Earlier this week, Nava Semel wrote about creating an alternative Jewish history for her novel Isra-Isle. Nava is guest blogging for the Jewish Book Council all week as part of the Visiting Scribe series here on The ProsenPeople.
For my bat mitzvah I received a gift. It was a collection of Incredible Stories in Jewish History. I recall reading about a Jew who created a homeland, not the one I knew so well, but another one — in America.
I was sure it was a fairy tale, pure fiction. How wrong I was.
In the 1990s my family and I lived America. My husband Noam was Israel’s consul for cultural affairs. One stormy day, I went to seek refuge at the New York Public Library, where I came across a footnote in an article. It mentioned Mordechai Emanuel Noah and his vision for a Jewish homeland named Ararat situated near Niagara Falls. The old fairy tale resurfaced and came back to life. I immediately knew I hit the jackpot, discovered lost treasure.
I had to write a book about this place. I felt so connected. September 15th, Ararat’s inauguration date, is my birthday, too. I was born in Jaffa-Tel Aviv, yet I could have easily been an American kid. My grandfather was an American, living most of his life in New York. What if he had not left my grandmother and my father, who was then a small baby? What if he had not emigrated to America? My fate would be completely different.
Grandpa left in 1921, when the small Jewish shtetls all over Europe were rife with rumors that the sidewalks of New York were paved with gold — the Goldene Medina, as America as called in Yiddish. He promised to send tickets for his wife and child as soon as he was settled.
He indeed got settled, but the tickets were never sent.
Grandma remained an abandoned wife. According to Jewish religious law, a woman who has not been granted a divorce by her husband cannot remarry. But this did not prevent Grandpa from maintaining a relationship, progressive for its time, with another woman. They lived in separate apartments on the Lower East Side for over thirty years. Every morning he came to his mistress for coffee and a bagel and then went to the New York Stock Exchange. Although he did not pluck gold from the sidewalks, he became an expert in stocks and shares, which for him epitomized the essence of his exciting new world.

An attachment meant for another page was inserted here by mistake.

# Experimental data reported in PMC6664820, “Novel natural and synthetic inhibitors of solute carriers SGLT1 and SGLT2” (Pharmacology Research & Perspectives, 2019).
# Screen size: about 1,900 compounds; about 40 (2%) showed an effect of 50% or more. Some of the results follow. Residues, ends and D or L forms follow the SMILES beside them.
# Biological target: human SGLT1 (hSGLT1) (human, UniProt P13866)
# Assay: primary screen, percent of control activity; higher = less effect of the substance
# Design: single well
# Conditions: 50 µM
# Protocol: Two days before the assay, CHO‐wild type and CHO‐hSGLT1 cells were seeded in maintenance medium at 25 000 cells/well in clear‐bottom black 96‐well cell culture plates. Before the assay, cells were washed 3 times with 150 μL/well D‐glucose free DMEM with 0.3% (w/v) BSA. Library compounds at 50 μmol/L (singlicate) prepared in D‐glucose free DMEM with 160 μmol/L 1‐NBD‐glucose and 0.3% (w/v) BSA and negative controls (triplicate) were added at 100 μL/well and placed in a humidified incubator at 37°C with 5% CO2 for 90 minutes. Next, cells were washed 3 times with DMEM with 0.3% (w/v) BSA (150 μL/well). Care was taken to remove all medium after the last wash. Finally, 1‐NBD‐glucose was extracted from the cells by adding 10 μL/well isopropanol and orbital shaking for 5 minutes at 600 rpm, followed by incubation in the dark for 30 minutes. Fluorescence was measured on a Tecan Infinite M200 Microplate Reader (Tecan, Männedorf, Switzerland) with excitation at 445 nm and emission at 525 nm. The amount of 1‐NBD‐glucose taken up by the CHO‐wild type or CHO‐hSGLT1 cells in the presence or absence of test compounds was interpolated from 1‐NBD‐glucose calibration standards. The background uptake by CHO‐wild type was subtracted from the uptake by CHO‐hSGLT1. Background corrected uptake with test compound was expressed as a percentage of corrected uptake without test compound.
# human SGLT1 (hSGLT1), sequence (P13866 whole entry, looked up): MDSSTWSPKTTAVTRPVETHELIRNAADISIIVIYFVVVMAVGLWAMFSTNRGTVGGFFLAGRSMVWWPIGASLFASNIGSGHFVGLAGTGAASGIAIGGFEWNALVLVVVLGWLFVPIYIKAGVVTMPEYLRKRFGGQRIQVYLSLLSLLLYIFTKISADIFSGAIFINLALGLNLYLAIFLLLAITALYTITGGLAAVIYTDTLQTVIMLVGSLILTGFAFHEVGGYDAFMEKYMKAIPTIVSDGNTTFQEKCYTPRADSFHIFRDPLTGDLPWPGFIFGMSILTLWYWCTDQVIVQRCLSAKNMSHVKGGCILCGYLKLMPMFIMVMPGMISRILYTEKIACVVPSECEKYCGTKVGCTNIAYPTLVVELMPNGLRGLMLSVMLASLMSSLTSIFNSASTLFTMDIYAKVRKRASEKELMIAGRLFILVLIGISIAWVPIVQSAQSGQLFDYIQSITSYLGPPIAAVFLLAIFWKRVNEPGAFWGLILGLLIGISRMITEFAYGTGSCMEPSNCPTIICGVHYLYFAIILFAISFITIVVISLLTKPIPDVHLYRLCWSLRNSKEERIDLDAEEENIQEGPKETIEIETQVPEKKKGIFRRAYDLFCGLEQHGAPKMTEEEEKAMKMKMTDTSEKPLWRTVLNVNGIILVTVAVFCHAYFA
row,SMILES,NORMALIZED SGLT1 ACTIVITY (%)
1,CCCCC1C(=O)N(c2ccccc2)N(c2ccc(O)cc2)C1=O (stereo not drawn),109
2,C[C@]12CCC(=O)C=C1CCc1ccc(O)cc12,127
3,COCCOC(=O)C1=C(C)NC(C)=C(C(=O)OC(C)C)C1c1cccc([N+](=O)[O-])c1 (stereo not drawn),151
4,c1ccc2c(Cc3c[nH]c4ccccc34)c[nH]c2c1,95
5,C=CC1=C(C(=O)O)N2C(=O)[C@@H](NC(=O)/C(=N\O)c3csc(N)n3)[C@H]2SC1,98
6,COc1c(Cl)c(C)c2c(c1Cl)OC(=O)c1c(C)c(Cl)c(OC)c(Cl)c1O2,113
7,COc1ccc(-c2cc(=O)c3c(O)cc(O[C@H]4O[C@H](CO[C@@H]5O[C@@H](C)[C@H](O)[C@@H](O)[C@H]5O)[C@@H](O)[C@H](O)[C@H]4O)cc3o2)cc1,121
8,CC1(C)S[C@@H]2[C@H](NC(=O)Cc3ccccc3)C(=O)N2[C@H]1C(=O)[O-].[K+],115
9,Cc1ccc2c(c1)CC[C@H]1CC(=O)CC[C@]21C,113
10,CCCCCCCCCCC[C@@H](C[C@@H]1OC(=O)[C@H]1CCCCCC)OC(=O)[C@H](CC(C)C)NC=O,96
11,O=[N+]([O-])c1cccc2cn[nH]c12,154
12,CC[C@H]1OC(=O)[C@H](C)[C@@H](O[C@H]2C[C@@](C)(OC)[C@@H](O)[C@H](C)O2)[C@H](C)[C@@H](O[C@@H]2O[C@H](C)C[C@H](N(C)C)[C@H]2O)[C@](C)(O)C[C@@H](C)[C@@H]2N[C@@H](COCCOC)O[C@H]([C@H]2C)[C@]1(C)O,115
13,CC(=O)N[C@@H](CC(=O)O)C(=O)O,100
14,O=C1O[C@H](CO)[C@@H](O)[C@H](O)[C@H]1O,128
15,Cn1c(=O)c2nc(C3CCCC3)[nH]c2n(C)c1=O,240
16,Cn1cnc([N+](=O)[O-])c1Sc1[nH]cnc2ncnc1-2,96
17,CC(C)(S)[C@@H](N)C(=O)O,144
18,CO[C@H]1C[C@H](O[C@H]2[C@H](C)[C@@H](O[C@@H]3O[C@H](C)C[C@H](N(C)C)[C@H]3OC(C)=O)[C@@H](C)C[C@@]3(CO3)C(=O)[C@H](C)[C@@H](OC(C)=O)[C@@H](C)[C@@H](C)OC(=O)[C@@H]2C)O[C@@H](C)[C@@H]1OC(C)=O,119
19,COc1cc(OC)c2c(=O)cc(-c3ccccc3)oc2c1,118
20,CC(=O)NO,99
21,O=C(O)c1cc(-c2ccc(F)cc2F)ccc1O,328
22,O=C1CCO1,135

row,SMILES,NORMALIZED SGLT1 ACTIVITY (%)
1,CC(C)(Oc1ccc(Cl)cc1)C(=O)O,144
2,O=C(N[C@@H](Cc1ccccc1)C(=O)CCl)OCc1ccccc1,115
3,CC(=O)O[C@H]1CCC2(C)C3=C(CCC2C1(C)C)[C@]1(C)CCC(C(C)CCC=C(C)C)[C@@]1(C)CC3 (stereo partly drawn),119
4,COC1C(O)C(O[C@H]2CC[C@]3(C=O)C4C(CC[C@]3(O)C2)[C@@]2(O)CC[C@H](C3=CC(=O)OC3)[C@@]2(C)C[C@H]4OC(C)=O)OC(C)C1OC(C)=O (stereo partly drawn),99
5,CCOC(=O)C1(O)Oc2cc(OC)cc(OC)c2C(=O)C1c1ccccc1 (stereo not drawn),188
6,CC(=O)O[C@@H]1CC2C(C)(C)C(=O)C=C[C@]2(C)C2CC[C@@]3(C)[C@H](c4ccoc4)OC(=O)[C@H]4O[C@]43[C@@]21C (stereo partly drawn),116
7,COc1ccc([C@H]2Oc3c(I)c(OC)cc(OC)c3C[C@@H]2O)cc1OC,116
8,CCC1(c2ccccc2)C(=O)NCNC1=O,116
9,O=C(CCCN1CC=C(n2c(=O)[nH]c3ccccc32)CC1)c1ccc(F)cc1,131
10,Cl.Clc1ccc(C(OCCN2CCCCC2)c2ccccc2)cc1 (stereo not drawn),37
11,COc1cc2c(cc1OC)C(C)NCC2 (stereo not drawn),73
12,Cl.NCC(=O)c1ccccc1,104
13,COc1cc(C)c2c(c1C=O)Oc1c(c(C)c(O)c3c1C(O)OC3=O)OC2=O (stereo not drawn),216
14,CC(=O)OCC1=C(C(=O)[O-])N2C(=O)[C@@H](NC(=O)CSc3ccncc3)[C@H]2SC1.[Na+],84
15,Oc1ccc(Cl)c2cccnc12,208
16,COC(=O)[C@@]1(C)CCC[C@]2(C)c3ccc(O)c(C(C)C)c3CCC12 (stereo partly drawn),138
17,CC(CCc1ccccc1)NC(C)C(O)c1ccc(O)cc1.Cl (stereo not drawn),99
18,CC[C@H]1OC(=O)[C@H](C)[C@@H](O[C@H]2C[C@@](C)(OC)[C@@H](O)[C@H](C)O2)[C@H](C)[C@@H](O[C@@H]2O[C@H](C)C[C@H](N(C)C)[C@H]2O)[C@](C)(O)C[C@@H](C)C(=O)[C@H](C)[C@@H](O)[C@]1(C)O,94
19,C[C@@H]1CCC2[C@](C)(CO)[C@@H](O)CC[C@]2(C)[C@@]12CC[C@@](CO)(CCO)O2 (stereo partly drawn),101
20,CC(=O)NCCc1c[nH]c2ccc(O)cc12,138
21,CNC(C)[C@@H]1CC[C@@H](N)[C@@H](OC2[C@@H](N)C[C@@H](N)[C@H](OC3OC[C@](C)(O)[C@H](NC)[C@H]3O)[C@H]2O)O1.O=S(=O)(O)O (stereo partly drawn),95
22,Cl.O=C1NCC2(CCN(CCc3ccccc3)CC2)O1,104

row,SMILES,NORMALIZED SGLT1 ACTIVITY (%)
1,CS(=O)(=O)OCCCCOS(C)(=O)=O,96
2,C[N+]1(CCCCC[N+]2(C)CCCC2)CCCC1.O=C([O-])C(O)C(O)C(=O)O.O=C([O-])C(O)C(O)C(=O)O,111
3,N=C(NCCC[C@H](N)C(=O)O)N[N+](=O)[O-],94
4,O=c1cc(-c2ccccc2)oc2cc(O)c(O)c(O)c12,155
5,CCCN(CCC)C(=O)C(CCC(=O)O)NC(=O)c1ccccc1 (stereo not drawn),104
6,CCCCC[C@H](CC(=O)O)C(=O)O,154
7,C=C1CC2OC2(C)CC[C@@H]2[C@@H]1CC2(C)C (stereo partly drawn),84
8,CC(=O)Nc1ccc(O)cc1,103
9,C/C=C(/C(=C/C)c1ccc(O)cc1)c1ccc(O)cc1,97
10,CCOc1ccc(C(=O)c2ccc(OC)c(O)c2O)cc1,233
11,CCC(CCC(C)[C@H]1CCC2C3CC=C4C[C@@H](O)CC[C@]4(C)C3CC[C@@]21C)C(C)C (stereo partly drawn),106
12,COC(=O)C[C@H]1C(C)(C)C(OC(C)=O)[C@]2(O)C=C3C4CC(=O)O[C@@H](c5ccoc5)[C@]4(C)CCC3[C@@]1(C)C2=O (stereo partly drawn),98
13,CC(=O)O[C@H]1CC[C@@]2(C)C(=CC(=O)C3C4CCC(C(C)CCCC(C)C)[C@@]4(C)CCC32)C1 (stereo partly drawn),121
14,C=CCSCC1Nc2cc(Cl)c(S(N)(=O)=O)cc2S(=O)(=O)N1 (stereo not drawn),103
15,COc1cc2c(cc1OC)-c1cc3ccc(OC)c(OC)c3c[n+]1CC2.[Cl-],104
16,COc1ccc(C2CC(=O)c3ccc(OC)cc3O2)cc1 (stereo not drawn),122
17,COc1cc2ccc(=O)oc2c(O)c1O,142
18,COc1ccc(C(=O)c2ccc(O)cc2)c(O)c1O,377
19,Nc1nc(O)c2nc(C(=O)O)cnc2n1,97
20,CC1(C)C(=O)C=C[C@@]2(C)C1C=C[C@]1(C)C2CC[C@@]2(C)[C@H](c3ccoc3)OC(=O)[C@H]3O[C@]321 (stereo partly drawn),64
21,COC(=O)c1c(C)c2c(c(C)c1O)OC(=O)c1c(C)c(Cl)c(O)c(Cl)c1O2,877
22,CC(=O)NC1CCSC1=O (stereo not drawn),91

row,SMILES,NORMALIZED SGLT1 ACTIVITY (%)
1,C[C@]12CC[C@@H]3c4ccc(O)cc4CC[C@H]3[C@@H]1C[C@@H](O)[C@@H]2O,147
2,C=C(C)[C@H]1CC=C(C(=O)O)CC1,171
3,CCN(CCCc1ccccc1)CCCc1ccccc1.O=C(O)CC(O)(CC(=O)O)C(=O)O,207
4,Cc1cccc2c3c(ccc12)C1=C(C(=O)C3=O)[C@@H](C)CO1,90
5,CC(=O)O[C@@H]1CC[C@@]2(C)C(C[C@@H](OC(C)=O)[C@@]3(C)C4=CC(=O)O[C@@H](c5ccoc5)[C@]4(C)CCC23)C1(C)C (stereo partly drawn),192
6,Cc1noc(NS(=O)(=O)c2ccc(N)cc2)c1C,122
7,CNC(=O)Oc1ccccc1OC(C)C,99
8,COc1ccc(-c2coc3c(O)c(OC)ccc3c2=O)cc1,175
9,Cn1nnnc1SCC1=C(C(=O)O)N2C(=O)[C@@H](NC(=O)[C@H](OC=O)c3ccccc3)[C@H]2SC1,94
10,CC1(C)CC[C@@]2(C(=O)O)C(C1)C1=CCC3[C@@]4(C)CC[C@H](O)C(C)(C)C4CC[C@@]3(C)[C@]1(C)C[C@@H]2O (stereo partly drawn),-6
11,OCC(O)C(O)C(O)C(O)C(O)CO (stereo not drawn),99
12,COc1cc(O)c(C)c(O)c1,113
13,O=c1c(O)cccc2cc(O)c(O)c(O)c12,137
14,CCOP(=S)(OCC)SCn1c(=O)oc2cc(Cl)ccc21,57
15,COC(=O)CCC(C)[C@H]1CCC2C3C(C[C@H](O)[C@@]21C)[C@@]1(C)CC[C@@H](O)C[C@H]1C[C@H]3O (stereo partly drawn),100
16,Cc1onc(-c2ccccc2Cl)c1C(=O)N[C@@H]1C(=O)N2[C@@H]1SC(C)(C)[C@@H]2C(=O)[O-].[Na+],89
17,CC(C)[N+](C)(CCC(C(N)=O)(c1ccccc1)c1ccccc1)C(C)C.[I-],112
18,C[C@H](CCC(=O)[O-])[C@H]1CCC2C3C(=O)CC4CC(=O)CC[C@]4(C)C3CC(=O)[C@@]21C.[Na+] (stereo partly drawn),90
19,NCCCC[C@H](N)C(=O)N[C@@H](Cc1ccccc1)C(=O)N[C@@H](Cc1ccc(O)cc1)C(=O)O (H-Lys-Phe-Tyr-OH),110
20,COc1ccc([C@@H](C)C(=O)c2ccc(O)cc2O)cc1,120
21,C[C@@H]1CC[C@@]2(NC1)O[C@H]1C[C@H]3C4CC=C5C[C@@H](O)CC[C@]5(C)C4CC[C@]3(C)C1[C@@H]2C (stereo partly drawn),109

In 1946, after the Holocaust, my father, as a young Zionist activist, was interviewed at a conference in Paris by a journalist from an American-Jewish newspaper. One New York morning, over his cup of coffee, my grandfather suddenly recognized his son in the article: that’s how he discovered my father was even still alive. Perhaps Grandpa was assailed by pangs of conscience for not doing enough to rescue his wife and son from the horrors of the Nazi occupation. He contacted the newspaper and asked for information to contact them.
Three years later the family was reunited at the circumcision of my older brother in a kibbutz. Grandpa came to Israel to meet his first grandson and his son — two for the price of one.
No happy ending awaited them. Grandpa and his abandoned family did not get along, nor did he harbor any love for the State of Israel either. He saw it as a godforsaken place that didn’t stand a chance in the Middle East, surrounded by hostile neighbors. He loathed the kibbutz, regarding it as the “stronghold of Communism,” and viewed Zionism as an absurdly misguided and dangerous adventure. He gave my father an ultimatum: “Either you come with me to America, or I’m leaving for good.”
My father, of course, refused. Although the sidewalks in Israel were not paved with gold, nor was the land flowing with milk and honey, it was the only place for him and my mother, an Auschwitz survivor. I was born after Grandpa left, but when I was five he came again. Blind and abandoned, my father took him in. My small task was to take Grandpa on daily tours. I cunningly used his blindness to describe an imaginary Tel Aviv, one that could compete with his beloved New York. Now it was my turn to tell fairy tales. He taught me English, told me about Lady Liberty and the Empire State Building. He showed me how to draw the Star-Spangled Banner and sing about “the Land of the Free and the Home of the Brave.” He was an American patriot until his last breath — and I was his headstrong opponent, an Israeli to the very core of my being.
Isra-Isle echoes my old arguments with my grandfather. What if he had sent for my grandmother and their son back then in 1921? For starters, I would write in English, not Hebrew. In Isra-Isle I’m still trying to prove to Grandpa’s ghost that Israel is the one and only place for us. After all, that’s where he found his final resting place — not in his beloved America. Listen to me, Grandpa, wherever you are: Your offspring live in Hebrew, love in Hebrew, and they will die in Hebrew.
Nava Semel holds an MA in Art History from Tel Aviv University and teaches creative writing at the Tel Aviv Public Library. Her previous books have been translated into 12 languages and received literary distinctions including a National Jewish Book Award for Children’s Literature in 1991.
Nava Semel is a writer and translator whose books have been published in 12 languages and received numerous literary honors, including a 1991 National Jewish Book Award for Children’s Literature. After working as a journalist, art critic, and producer for television, radio, and music, she now teaches creative writing at the Tel Aviv Public Library and serves on the Board of Directors for Massuah: The Institute for Holocaust Studies.